The National Meteorological Service has reduced the release of weather balloons at some of its sites due to the scarcity of hydrogen and helium used to lift them, which could affect weather and climate forecasting and research.
According to some scientists, the cuts, along with the closure of a launch site at Cape Cod last year that has yet to be reopened, could particularly affect forecasts in the New York and New England area.
The agency said it would use data from balloons launched at nearby locations and from other sources, including ground sensors, satellites and commercial aircraft. While the balloons have certain advantages, including the ability to make observations up to a height of about 20 miles, “This temporary adjustment will not affect weather forecasts and warnings,” the agency said in announcing the cuts last week. .
But Troy Kimmel, a meteorologist in Austin, Texas, and a professor at the University of Texas there, said any reduction in observations was worrisome. “It is very important in our atmospheric modeling to be able to have this information,” he said.
“We can’t go back and get that data,” said Sandra Yuter, a professor at North Carolina State University and an expert in remote sensing weather data. “We will have big gaps.”
Dr. Yuter said the cuts showed that the weather service did not give high enough priority to weather balloons, which have been a staple of the agency’s observations for nearly a century.
Gas shortage is a solvable problem, he said: “If you consider something important, solve the problem.”
Susan Buchanan, a spokeswoman for the National Meteorological Service, said: “We take this situation seriously and are looking for ways to resolve it.”
“The top air observation program remains a key contributor to our analysis, model data assimilation, and awareness of the situation of our forecasters,” he said.
Weather balloons, which are about 5 feet in diameter when launched, carry a small, expendable package of instruments called a radiosonde that transmits data on temperature, pressure, and relative humidity as the balloon rises into the upper atmosphere. The balloon finally explodes and the radiosonde parachutes down to the ground, where it can be recovered and reused.
Balloons are used all over the world and are usually launched at specific times twice a day, 12 hours apart. The data is incorporated into computer models that provide short- and long-term weather forecasts, and also become part of large long-term databases used in meteorological and climate research.
The weather service announced on March 29 that, with immediate effect, flights from nine of its 101 launch sites in the United States and the Caribbean would be reduced “due to a disruption to the global helium supply chain. and a temporary problem with the contract of a hydrogen supplier. ” The agency said it hoped other places would be affected.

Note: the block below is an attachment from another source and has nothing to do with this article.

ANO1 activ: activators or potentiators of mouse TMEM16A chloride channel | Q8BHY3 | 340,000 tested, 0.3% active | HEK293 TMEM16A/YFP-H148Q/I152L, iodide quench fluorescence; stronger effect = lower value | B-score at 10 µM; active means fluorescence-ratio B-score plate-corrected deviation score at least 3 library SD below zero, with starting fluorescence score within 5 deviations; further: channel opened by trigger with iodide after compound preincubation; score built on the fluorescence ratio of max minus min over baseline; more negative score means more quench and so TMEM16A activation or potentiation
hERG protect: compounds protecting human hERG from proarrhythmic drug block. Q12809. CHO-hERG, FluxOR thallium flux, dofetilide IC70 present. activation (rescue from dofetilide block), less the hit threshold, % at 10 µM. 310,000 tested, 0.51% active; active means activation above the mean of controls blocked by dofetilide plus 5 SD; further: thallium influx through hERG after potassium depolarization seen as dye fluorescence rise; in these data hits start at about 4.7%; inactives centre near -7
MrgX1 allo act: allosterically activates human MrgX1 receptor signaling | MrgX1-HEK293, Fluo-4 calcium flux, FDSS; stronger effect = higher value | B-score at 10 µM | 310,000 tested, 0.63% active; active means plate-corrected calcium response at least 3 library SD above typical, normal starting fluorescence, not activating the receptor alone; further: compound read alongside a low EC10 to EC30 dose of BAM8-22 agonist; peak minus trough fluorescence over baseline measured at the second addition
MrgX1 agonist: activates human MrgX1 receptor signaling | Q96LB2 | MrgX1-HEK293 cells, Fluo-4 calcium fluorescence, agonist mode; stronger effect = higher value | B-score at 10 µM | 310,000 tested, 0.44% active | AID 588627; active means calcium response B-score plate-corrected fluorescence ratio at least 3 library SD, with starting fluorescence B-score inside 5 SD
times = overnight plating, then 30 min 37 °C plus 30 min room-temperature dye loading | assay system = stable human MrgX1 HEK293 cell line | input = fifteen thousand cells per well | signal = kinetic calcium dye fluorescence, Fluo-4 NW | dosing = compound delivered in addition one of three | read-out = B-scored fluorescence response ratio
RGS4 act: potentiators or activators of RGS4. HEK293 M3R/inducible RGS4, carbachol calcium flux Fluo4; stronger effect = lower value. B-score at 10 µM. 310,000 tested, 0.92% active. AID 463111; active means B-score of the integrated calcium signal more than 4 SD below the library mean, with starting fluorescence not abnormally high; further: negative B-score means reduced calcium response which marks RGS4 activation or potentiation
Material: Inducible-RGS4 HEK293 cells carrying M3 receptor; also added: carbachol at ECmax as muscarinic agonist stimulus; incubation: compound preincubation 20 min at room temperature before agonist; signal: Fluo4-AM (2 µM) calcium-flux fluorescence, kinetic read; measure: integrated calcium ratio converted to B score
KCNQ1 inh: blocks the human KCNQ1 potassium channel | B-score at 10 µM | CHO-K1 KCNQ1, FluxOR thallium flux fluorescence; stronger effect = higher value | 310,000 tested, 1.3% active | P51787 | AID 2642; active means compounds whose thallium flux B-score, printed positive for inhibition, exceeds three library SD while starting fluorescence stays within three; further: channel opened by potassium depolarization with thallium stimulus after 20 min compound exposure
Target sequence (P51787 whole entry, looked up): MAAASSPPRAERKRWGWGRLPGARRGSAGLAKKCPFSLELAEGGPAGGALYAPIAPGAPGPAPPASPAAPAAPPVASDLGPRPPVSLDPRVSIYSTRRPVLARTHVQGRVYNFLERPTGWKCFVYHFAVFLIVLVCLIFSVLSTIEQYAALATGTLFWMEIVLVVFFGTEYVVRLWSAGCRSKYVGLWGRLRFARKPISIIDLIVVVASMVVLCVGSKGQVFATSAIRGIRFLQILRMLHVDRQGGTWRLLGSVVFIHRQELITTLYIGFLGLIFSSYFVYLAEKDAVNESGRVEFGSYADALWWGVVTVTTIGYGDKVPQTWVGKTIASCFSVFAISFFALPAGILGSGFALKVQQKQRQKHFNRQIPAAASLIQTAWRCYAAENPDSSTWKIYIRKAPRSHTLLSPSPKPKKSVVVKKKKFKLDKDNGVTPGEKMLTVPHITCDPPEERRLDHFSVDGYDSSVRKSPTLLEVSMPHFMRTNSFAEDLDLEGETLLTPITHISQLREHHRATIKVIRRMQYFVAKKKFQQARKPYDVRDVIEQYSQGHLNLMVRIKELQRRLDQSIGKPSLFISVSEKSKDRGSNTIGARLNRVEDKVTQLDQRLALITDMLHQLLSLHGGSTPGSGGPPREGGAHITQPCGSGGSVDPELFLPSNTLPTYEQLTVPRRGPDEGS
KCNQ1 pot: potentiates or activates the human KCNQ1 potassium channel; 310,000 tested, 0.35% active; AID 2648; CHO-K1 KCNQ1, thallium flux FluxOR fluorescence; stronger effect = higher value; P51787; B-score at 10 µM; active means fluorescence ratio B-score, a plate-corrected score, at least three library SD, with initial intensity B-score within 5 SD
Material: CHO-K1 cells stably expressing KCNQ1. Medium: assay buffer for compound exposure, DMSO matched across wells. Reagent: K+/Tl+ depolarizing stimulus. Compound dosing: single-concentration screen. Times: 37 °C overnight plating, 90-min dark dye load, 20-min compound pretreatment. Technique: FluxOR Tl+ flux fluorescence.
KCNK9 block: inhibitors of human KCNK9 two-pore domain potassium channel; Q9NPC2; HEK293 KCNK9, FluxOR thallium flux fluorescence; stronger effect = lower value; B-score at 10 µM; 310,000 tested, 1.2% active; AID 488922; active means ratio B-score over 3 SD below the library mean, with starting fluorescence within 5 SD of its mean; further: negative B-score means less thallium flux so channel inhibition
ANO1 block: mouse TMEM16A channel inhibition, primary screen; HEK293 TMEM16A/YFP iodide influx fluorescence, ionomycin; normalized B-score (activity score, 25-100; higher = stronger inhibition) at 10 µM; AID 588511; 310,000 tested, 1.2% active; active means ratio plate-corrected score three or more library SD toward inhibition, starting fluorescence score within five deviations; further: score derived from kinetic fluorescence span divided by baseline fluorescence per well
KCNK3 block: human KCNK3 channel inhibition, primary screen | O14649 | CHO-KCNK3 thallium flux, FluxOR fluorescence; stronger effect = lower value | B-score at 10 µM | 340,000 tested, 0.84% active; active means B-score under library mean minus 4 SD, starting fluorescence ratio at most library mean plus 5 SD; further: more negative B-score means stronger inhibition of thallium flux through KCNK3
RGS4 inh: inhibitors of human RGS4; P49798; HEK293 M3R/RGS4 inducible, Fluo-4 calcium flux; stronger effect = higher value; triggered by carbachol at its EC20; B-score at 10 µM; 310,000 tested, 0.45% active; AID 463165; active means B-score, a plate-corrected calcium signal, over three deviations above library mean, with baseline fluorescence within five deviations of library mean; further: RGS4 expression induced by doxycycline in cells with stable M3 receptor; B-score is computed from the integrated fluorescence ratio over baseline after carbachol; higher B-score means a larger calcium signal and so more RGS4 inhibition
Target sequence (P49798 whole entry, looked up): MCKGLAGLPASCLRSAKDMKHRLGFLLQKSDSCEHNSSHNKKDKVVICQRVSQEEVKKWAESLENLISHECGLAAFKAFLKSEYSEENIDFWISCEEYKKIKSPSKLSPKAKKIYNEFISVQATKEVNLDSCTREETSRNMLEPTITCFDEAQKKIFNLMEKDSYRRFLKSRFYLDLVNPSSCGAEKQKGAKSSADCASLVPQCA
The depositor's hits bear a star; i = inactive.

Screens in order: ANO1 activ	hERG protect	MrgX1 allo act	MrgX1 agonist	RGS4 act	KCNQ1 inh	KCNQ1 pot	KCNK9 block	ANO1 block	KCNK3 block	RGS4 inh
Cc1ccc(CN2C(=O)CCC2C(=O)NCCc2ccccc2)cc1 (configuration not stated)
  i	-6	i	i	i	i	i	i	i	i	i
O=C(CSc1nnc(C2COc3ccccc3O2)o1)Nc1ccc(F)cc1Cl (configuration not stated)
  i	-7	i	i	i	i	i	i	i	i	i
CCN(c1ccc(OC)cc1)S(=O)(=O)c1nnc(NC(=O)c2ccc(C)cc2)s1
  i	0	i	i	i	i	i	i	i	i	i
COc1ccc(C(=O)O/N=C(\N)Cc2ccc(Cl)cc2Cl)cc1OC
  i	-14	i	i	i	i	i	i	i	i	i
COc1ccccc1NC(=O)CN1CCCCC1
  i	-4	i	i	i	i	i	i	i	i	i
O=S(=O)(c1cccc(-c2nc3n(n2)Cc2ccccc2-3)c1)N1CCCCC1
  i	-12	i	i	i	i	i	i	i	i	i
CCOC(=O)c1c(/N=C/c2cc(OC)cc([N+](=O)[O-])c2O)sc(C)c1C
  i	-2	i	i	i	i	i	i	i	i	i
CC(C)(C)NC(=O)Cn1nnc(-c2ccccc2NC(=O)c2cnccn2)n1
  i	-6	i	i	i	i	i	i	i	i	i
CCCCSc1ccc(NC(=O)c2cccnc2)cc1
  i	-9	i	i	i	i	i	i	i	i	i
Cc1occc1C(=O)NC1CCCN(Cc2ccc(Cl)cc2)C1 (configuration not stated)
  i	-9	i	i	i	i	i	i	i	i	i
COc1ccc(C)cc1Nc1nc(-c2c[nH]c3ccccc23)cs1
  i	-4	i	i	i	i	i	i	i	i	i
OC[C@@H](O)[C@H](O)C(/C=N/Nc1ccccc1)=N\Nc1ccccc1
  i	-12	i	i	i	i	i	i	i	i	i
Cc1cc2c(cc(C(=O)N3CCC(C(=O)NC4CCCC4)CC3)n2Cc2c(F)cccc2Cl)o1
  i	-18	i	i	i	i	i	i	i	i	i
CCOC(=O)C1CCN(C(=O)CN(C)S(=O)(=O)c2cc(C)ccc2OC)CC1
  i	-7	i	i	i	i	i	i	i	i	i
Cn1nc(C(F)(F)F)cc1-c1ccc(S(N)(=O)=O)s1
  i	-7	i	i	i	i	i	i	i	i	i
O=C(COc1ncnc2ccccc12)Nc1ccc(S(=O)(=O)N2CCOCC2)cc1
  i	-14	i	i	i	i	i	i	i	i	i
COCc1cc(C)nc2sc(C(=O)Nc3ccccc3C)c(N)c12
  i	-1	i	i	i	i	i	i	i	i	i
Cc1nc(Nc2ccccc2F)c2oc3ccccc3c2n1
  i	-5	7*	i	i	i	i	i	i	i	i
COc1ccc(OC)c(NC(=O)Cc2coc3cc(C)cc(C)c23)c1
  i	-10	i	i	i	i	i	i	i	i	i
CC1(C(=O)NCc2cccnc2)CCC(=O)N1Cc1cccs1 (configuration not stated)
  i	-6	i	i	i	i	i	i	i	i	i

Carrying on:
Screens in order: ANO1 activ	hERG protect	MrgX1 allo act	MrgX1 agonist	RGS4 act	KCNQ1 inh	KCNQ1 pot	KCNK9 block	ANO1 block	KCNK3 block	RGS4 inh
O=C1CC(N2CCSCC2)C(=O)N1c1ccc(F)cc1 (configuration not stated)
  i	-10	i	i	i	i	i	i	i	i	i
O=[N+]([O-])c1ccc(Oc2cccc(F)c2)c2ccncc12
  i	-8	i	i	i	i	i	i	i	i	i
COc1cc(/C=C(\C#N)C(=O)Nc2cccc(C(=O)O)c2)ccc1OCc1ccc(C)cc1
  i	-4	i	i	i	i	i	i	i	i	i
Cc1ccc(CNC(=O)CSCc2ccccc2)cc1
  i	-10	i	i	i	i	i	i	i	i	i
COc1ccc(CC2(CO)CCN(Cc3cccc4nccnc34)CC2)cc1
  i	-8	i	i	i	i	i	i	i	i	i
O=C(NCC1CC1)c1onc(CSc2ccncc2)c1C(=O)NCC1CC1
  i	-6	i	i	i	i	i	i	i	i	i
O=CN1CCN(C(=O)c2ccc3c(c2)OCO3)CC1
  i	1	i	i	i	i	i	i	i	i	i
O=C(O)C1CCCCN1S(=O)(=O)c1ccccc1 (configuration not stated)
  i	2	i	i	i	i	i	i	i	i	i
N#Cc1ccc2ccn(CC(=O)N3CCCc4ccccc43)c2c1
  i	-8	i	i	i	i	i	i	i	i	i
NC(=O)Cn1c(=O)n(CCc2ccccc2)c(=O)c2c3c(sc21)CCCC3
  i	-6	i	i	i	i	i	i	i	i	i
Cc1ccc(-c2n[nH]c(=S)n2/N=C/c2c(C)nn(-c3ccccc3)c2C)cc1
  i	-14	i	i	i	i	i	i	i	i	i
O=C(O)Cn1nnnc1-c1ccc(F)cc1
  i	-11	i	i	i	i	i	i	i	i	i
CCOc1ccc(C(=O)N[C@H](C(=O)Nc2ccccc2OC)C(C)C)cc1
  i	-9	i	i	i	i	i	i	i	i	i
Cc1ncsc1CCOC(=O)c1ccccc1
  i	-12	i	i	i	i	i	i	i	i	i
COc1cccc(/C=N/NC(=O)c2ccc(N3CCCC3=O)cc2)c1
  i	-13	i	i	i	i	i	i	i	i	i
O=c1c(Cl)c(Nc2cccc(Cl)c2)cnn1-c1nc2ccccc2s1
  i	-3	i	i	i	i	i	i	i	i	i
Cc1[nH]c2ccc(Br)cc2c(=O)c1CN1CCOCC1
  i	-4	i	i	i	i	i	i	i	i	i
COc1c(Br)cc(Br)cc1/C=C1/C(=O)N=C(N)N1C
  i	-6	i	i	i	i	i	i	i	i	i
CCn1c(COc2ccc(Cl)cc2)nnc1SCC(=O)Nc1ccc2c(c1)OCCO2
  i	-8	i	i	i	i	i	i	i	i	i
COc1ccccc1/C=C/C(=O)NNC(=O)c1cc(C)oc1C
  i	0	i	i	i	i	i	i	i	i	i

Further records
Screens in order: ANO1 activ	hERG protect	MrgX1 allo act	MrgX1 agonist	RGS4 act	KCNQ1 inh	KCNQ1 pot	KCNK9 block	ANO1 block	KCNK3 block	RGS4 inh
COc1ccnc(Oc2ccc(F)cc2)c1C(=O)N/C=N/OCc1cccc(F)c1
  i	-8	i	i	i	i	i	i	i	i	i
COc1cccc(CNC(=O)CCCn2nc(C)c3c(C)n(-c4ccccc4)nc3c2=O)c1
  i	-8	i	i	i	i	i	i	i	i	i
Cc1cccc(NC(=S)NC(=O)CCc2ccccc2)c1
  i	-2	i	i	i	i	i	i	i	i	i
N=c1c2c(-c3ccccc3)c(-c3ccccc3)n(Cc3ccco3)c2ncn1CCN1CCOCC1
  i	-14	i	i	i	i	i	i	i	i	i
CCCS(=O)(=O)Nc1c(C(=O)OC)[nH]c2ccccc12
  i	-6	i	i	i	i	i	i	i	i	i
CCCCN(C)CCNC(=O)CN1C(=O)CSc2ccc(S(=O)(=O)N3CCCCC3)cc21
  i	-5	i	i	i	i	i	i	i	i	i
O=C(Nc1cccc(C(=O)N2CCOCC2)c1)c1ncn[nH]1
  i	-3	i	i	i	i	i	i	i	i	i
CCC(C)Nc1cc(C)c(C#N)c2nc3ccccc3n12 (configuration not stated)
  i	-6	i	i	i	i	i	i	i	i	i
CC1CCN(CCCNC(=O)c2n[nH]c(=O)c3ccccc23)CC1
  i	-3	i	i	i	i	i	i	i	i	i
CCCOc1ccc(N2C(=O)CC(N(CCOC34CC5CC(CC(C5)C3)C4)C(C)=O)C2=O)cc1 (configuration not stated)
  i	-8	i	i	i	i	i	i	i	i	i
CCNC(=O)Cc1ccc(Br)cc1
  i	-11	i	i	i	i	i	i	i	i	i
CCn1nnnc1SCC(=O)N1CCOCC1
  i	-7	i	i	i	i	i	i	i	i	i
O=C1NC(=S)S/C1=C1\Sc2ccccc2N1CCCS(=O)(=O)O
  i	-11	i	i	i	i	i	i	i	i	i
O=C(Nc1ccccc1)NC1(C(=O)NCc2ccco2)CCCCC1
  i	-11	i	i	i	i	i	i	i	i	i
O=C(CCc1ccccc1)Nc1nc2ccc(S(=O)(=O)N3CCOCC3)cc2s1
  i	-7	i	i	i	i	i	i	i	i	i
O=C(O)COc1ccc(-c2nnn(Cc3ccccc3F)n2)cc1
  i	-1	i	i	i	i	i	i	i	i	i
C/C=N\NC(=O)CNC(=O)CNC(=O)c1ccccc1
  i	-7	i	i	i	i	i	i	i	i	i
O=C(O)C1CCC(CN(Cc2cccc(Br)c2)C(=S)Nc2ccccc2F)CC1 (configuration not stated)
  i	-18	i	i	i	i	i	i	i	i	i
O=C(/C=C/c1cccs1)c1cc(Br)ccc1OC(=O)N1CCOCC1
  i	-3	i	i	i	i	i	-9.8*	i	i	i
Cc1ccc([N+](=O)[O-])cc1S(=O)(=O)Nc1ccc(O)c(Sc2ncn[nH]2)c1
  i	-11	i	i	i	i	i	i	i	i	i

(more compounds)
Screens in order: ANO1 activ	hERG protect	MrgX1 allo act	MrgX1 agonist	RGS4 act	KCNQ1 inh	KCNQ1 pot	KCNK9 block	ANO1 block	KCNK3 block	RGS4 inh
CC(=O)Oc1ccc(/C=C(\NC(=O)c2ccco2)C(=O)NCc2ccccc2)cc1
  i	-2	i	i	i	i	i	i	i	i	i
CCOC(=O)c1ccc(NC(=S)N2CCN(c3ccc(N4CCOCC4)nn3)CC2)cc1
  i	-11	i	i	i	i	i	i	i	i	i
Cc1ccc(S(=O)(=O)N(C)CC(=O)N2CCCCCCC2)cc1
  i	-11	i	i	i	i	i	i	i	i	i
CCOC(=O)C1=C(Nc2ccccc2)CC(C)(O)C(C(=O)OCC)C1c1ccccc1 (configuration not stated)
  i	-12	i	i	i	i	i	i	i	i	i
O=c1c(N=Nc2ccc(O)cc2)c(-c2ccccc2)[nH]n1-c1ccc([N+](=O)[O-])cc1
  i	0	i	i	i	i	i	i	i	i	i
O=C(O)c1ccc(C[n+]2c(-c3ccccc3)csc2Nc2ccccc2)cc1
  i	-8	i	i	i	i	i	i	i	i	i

The helium market has been hit this year by problems at the main domestic source in Amarillo, Texas, and by a fire in January at a major new plant in Russia.
The affected sites are in the east, from Tallahassee, Florida in the north to Buffalo and Albany in New York. Five use helium and four use hydrogen. Flights would be reduced to one a day and days would be completely eliminated in good weather, in order to save gas for launches during dangerous times, the service said.
On Monday, Ms. Buchanan said helium had been delivered to a location in Greensboro, North Carolina, and a full launch program had resumed. But some of the other affected sites had or would soon run out of gas, he said. The problem with the hydrogen supplier had been resolved, but it was unclear when gas deliveries would resume.
By measuring conditions through the air column, radiosondes provide crucial information for understanding and predicting the evolution of storm systems. Even if the weather is calm, collecting this data could be important, said Mr. Kimmel.
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“Who can say that this calm weather pattern won’t affect what they anticipate elsewhere?” He said.
Dr. Yuter said the balloon data helps scientists understand the structure of the atmosphere and “feed our understanding of what will happen as the climate changes.”
One of the affected helium sites is in Upton, New York, on Long Island. It is the closest launch site to New York City, which is about 50 miles to the west.
The weather service was forced to close its station in Chatham, Massachusetts, Cape Cod, in March 2021 due to erosion. The agency is working to select a location for a new station as soon as possible, Ms. Buchanan.
Without Upton and Chatham, a large stretch of east coast, from Wallops Island, Virginia, to Portland, Maine, is not covered by balloon launches.
Adam Sobel, an atmospheric scientist at Columbia University, said that while the weather service was facing a “difficult situation,” he did not believe his statement that there would be no impact on the forecast was credible.
“The NWS claims that the loss of several radiosonde stations in a heavily populated region has no impact on the forecast is accompanied by any evidence of support,” he said.
The weather service has faced another disruption in its data collection capacity in recent years. Worldwide, commercial aircraft routinely and automatically provide weather data to the weather service and similar agencies in other countries. During the first months of the coronavirus pandemic in 2020, with the reduction in air travel by 75 percent, these observations were reduced by approximately the same amount.
A study by scientists from the National Oceanic and Atmospheric Administration found that the loss of data affected the quality of one of its weather forecasting models.